Tuesday, July 30, 2013

Diff-n-Diff of estimates from Structural Equation Models (SEM)

Structural equation modeling (SEM) is generally the practice of estimating latent factor(s) from observable measures.  It is similar to factor analysis in that it typically reduces a problem with potentially many dependent variables to a lower dimension which we hope is interpretable.

Let’s imagine a relatively simple model where this might be useful.  We have five responses which are measures of 2 latent traits we are interested in.  For half of our sample we administer an intervention with the hopes that it will increase our latent traits.  We administer a pretest measuring the 5 observables before the treatment and a posttest after measuring the 5 observables after.

Stata Code
set obs 4000

gen id = _n

gen eta1 = rnormal()
gen eta2 = rnormal()

 * Generate 5 irrelevant factors that might affect each of the 
 * different responses on the pretest 
gen f1 = rnormal()
gen f2 = rnormal()
gen f3 = rnormal()
gen f4 = rnormal()
gen f5 = rnormal()

 * Now let's apply the treatment 
expand 2, gen(t)   // double our data 

gen treat=0
replace treat=1 if ((id<=_N/4)&(t==1))

 * Now let's generate our changes in etas 
replace eta1 = eta1 + treat*1 + t*.5
replace eta2 = eta2 + treat*.5 + t*1

 * Finally we generate out pre and post test responses 
gen v1 = f1*.8  + eta1*1  + eta2*.4   // eta1 has more loading on 
gen v2 = f2*1.5 + eta1*1  + eta2*.3   // the first few questions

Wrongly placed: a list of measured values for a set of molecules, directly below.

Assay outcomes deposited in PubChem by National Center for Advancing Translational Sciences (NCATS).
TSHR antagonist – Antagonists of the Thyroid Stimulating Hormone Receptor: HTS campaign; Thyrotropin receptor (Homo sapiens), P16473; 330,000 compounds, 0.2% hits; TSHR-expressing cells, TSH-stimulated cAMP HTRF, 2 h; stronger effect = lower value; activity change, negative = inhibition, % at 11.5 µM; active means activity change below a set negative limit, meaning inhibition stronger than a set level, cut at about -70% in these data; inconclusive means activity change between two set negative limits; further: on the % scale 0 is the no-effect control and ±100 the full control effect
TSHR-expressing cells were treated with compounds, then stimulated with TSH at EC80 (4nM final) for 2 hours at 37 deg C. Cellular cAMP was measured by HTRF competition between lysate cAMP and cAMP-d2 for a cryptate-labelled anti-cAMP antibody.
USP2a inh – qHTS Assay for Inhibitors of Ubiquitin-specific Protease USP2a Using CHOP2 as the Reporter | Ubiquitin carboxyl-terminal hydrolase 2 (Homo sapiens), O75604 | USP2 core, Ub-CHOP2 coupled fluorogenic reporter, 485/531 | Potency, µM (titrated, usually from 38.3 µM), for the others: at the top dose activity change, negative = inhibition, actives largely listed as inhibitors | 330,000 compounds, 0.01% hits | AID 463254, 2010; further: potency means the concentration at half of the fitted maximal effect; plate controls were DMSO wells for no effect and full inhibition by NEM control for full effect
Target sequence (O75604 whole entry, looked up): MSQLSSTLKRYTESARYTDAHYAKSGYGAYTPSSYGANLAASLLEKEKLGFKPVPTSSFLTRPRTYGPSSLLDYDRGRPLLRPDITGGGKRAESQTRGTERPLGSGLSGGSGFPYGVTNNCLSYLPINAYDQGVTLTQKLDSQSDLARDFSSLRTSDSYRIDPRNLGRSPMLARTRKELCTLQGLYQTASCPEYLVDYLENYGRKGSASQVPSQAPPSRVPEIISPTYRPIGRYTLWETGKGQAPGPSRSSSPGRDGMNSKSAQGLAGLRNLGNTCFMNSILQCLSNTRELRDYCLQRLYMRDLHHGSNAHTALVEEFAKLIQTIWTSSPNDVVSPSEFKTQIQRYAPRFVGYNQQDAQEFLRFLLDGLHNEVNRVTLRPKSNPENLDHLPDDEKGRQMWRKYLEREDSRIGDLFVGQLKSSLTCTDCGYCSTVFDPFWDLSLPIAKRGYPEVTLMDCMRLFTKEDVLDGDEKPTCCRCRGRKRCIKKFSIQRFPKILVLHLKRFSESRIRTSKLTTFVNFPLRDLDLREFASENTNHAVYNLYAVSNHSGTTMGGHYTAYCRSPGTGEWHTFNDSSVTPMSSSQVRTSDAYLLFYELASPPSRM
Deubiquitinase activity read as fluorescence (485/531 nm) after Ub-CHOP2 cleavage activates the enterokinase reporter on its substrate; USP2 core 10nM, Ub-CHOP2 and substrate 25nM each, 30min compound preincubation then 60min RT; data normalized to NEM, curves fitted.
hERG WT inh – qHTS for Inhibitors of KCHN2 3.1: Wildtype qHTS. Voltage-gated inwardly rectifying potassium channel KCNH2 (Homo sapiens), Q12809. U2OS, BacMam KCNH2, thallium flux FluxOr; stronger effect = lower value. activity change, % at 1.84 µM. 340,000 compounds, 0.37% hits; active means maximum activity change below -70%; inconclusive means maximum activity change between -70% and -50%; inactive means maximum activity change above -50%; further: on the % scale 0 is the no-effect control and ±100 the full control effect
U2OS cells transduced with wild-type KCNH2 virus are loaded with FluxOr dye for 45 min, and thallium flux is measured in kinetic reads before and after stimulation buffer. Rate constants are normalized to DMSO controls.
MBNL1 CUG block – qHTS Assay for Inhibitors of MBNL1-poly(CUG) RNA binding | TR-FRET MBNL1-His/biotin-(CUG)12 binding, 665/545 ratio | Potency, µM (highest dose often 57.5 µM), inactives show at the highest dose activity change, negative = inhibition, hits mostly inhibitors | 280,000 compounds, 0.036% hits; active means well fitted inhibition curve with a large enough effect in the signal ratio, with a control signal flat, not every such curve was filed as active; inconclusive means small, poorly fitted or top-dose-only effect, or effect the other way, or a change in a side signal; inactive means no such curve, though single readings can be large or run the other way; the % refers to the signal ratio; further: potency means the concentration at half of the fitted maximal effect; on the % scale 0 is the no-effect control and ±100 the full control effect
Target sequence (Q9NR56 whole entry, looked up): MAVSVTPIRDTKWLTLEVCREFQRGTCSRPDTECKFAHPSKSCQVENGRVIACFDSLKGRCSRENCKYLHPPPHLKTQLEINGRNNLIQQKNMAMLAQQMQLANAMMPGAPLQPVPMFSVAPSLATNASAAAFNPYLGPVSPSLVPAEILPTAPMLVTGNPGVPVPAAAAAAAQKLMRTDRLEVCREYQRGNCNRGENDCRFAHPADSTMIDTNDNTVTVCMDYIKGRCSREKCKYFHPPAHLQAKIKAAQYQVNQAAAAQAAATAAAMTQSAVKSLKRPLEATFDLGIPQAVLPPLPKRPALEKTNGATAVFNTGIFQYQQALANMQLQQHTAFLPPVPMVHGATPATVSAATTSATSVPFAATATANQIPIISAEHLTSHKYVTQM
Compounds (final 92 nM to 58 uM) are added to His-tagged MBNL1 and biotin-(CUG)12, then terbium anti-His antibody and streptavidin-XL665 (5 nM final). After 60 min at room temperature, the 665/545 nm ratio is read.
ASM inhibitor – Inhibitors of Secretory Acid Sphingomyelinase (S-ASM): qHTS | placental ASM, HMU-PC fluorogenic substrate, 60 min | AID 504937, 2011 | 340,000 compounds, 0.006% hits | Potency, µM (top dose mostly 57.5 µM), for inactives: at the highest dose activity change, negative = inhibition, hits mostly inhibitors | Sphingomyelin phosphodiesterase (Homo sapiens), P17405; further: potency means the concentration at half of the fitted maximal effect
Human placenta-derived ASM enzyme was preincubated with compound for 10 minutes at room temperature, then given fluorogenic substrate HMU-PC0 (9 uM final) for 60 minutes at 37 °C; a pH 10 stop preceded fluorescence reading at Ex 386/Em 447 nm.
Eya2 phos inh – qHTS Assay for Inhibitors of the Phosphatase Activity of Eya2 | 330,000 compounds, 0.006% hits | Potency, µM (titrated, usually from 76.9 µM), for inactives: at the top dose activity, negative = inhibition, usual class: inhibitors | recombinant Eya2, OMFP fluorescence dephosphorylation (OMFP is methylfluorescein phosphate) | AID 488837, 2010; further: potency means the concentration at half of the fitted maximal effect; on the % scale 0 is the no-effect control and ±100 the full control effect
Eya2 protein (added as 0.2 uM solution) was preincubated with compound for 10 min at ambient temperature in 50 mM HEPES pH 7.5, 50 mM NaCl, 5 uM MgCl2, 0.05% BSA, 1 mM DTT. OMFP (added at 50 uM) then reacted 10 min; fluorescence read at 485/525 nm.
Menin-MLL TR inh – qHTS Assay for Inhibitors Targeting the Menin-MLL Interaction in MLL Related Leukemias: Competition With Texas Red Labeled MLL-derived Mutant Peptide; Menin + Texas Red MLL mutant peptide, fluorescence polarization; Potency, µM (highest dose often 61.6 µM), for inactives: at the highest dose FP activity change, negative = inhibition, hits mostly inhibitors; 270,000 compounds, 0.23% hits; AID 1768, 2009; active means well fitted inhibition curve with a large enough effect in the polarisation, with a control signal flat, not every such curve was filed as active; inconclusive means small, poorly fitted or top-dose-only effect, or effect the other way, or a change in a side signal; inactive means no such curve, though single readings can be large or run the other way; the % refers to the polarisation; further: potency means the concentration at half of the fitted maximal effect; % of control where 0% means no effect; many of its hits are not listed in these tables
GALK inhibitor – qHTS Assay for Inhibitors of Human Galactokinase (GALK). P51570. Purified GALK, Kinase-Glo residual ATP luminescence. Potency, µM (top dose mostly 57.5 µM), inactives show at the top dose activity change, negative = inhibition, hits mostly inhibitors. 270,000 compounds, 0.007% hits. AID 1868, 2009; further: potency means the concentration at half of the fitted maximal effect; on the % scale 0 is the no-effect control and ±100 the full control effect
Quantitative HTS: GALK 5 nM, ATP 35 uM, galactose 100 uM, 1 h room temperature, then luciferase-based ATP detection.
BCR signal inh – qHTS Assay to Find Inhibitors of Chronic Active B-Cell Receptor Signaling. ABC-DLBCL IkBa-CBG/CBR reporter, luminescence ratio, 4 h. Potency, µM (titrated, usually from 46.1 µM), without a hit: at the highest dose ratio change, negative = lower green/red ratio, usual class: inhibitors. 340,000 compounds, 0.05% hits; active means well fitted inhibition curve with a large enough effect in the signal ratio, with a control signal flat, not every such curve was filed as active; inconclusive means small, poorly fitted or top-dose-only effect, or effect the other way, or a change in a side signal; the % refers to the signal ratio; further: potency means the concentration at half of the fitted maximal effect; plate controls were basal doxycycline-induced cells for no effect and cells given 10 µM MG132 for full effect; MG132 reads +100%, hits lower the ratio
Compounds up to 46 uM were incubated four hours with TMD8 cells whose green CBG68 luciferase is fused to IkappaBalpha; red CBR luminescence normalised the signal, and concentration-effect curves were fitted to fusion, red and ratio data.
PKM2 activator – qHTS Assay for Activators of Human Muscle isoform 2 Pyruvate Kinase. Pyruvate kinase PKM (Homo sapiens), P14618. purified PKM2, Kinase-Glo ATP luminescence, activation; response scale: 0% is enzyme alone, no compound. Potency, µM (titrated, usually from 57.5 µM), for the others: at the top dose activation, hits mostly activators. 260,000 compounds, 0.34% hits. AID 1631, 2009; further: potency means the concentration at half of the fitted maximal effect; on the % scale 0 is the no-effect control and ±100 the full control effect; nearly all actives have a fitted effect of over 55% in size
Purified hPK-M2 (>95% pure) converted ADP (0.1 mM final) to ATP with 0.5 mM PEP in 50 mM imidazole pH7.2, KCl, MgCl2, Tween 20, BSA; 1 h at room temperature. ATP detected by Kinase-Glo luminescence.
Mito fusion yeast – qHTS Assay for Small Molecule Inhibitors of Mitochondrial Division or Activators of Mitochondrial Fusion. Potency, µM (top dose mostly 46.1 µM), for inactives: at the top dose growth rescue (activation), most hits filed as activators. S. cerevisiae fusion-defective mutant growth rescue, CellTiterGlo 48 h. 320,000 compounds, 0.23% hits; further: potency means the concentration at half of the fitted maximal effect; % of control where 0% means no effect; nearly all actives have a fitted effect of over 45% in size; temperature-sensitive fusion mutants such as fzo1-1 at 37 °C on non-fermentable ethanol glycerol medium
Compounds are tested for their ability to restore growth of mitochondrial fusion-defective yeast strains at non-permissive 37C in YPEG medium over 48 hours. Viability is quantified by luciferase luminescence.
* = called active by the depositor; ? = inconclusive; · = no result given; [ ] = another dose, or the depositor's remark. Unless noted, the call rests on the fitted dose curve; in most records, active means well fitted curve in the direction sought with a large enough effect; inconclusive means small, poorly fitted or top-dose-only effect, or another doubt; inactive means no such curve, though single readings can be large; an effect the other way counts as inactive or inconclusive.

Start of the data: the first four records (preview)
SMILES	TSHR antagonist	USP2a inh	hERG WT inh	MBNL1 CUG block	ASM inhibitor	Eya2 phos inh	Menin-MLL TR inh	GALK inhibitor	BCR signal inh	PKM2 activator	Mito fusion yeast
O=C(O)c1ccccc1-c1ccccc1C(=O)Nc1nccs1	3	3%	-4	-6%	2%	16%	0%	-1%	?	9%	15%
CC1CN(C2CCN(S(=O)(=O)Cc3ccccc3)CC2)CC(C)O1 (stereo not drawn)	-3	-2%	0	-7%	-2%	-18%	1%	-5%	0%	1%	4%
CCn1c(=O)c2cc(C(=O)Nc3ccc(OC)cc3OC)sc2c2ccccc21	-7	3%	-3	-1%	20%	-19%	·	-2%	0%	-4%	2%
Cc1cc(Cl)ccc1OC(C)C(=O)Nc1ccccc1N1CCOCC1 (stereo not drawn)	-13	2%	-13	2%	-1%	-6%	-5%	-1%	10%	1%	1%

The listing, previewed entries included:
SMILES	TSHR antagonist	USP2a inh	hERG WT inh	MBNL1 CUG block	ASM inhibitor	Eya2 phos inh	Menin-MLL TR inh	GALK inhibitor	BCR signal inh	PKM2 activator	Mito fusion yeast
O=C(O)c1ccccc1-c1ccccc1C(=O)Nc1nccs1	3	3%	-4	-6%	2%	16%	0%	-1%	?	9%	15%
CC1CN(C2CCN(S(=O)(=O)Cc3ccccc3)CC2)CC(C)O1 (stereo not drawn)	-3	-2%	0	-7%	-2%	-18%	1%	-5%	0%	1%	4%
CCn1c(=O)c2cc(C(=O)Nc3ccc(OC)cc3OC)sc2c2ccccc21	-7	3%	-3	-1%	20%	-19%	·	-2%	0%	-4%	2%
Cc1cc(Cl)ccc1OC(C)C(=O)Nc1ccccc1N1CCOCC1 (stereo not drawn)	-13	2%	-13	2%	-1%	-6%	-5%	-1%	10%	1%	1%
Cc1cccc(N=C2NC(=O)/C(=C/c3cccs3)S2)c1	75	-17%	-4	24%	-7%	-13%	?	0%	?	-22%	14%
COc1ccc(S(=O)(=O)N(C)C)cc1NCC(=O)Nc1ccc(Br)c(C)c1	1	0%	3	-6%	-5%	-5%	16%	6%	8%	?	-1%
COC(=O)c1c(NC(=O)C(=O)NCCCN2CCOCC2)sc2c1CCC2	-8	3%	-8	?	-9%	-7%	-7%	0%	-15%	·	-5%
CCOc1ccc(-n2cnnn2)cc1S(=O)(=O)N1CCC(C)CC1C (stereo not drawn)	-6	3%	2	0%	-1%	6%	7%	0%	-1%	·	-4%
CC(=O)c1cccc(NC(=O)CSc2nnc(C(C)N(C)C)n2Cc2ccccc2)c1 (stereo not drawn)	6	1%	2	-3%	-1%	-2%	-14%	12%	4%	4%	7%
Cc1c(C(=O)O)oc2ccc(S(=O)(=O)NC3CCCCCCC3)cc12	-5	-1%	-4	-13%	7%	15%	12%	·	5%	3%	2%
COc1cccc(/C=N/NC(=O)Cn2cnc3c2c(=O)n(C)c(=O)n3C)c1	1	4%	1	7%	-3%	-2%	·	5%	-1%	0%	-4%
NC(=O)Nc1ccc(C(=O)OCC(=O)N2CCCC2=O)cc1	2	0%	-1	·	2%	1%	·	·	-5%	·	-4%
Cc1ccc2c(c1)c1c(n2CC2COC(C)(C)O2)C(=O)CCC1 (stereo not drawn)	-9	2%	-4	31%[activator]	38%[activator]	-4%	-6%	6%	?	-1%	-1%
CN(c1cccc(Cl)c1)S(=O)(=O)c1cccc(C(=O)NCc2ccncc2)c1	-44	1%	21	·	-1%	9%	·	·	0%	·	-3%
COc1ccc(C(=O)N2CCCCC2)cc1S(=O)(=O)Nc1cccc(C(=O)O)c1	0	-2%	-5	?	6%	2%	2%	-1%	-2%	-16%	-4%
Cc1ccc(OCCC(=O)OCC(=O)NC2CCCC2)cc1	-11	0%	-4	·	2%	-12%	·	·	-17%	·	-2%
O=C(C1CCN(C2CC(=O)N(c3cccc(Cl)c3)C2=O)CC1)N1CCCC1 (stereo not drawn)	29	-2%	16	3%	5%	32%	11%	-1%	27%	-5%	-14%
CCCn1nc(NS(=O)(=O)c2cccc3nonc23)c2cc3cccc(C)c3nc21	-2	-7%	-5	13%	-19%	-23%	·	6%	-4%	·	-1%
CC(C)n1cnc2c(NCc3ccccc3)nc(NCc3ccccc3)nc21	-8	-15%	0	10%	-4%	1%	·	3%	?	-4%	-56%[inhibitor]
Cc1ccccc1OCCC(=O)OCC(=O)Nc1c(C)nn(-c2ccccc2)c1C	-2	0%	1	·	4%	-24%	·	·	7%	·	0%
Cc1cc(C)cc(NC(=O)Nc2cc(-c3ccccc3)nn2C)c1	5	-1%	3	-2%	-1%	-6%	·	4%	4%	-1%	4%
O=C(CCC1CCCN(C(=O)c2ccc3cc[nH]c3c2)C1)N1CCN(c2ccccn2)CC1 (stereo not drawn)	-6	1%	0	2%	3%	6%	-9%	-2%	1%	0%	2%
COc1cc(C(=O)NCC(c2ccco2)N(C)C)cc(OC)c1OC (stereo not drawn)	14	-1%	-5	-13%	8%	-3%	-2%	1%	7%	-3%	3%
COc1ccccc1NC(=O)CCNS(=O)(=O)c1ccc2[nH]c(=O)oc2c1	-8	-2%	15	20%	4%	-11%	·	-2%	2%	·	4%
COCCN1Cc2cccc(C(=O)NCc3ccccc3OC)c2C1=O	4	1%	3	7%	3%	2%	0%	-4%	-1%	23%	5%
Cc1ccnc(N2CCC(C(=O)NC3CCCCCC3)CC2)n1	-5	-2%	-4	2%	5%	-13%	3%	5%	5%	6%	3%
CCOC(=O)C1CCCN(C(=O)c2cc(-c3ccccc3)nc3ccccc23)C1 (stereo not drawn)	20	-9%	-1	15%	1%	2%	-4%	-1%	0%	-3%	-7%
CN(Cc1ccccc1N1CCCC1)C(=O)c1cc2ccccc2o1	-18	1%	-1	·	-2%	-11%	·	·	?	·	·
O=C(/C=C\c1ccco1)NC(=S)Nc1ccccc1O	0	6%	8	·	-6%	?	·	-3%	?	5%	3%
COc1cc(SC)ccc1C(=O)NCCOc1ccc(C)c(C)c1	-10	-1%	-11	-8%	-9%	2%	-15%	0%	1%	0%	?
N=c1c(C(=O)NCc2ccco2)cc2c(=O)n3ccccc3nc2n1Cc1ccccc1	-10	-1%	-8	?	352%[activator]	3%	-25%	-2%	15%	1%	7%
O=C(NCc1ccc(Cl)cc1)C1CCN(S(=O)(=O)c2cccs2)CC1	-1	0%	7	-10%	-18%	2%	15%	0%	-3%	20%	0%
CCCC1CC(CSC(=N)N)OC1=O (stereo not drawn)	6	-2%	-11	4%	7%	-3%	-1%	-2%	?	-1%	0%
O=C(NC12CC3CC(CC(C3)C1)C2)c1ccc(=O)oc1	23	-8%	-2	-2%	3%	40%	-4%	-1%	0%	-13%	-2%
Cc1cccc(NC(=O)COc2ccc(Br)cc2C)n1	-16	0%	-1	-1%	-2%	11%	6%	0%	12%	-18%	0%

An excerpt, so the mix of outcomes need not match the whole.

gen v3 = f3*2   + eta1*1  + eta2*1  
gen v4 = f4*1   + eta1*.2 + eta2*1   // eta2 has more loading on 
gen v5 = f5*1   +           eta2*1   // the last few questions 

 * END Simulation 
 * Begin Estimation 

sem (L1 -> v1 v2 v3 v4 v5) (L2 -> v1 v2 v3 v4 v5) if t==0
predict L1 L2, latent

sem (L1 -> v1 v2 v3 v4 v5) (L2 -> v1 v2 v3 v4 v5) if t==1
predict L12 L22, latent

replace  L1 = L12 if t==1
replace  L2 = L22 if t==1

 * Now let's see if our latent predicted factors are correlated with our true factors. 
corr eta1 eta2 L1 L2

 * We can see already that we are having problems.   
 * I am no expert on SEM so I don't really know what is going wrong except 
 * that eta1 is reasonably highly correlated with L1 and L2 and 
 * eta2 is less highly correlated with L1 and L2 equally each 
 * individually, which is not what we want. 

 * Well too late to stop now.  Let's do our diff in diff estimation. 
 * In this case we can easily accomplish it by generating one more variable. 

 * Let's do a seemingly unrelated regression form to make a single joint estimator. 

sureg (L1 t id treat) (L2 t id treat)

 * Now we have estimated the effect of the treatment given a control for the 
 * time effect and individual differences.  Can we be sure of our results? 
 * Not quite.  We are treating L1 and L2 like observed varaibles rather than 
 * random variables we estimated.  We need to adjust out standard errors to 
 * take this into account.  The easiest way though computationally intensive is 
 * to use a bootstrap routine. 

 * This is how it is done.  Same as above but we will use temporary variables. 
cap program drop SEMdnd
program define SEMdnd

  tempvar L1 L2 L12 L22
  sem (L1 -> v1 v2 v3 v4 v5) (L2 -> v1 v2 v3 v4 v5) if t==0
  predict `L1' `L2', latent
  sem (L1 -> v1 v2 v3 v4 v5) (L2 -> v1 v2 v3 v4 v5) if t==1
  predict `L12' `L22', latent

  replace  `L1' = `L12' if t==1
  replace  `L2' = `L22' if t==1

  sureg (`L1' t id treat) (`L2' t id treat)

  drop `L1' `L2' `L12' `L22'


SEMdnd   // Looking good 

 * This should do it though I don't hae the machine time available to wait 
 * for it to finish. 
bs , rep(200) cluster(id): SEMdnd 

Formatted By EconometricsbySimulation.com

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